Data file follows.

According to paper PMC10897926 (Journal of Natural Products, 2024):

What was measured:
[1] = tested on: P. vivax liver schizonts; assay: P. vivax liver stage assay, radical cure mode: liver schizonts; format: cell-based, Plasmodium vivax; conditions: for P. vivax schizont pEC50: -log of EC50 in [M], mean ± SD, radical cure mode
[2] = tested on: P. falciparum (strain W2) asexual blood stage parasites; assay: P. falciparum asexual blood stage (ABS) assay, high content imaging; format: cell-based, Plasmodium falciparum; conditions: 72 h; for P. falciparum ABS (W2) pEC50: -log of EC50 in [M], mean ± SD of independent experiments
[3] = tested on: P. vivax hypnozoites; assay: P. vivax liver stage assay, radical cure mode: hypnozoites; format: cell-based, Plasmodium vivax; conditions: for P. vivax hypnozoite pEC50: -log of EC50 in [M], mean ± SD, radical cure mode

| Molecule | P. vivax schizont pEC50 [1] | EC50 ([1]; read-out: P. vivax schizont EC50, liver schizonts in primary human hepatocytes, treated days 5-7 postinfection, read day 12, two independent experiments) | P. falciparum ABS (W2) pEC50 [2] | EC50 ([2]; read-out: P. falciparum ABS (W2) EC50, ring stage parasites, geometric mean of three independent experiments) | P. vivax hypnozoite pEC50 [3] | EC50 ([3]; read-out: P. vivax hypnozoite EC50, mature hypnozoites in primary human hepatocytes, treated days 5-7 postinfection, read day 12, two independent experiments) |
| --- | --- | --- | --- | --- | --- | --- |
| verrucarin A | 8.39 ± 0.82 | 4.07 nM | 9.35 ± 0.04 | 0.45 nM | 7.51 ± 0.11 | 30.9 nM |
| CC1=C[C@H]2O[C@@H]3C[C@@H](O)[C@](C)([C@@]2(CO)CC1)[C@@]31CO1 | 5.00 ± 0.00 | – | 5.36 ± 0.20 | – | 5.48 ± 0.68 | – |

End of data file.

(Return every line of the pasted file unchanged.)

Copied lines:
According to paper PMC10897926 (Journal of Natural Products, 2024):

What was measured:
[1] = tested on: P. vivax liver schizonts; assay: P. vivax liver stage assay, radical cure mode: liver schizonts; format: cell-based, Plasmodium vivax; conditions: for P. vivax schizont pEC50: -log of EC50 in [M], mean ± SD, radical cure mode
[2] = tested on: P. falciparum (strain W2) asexual blood stage parasites; assay: P. falciparum asexual blood stage (ABS) assay, high content imaging; format: cell-based, Plasmodium falciparum; conditions: 72 h; for P. falciparum ABS (W2) pEC50: -log of EC50 in [M], mean ± SD of independent experiments
[3] = tested on: P. vivax hypnozoites; assay: P. vivax liver stage assay, radical cure mode: hypnozoites; format: cell-based, Plasmodium vivax; conditions: for P. vivax hypnozoite pEC50: -log of EC50 in [M], mean ± SD, radical cure mode

| Molecule | P. vivax schizont pEC50 [1] | EC50 ([1]; read-out: P. vivax schizont EC50, liver schizonts in primary human hepatocytes, treated days 5-7 postinfection, read day 12, two independent experiments) | P. falciparum ABS (W2) pEC50 [2] | EC50 ([2]; read-out: P. falciparum ABS (W2) EC50, ring stage parasites, geometric mean of three independent experiments) | P. vivax hypnozoite pEC50 [3] | EC50 ([3]; read-out: P. vivax hypnozoite EC50, mature hypnozoites in primary human hepatocytes, treated days 5-7 postinfection, read day 12, two independent experiments) |
| --- | --- | --- | --- | --- | --- | --- |
| verrucarin A | 8.39 ± 0.82 | 4.07 nM | 9.35 ± 0.04 | 0.45 nM | 7.51 ± 0.11 | 30.9 nM |
| CC1=C[C@H]2O[C@@H]3C[C@@H](O)[C@](C)([C@@]2(CO)CC1)[C@@]31CO1 | 5.00 ± 0.00 | – | 5.36 ± 0.20 | – | 5.48 ± 0.68 | – |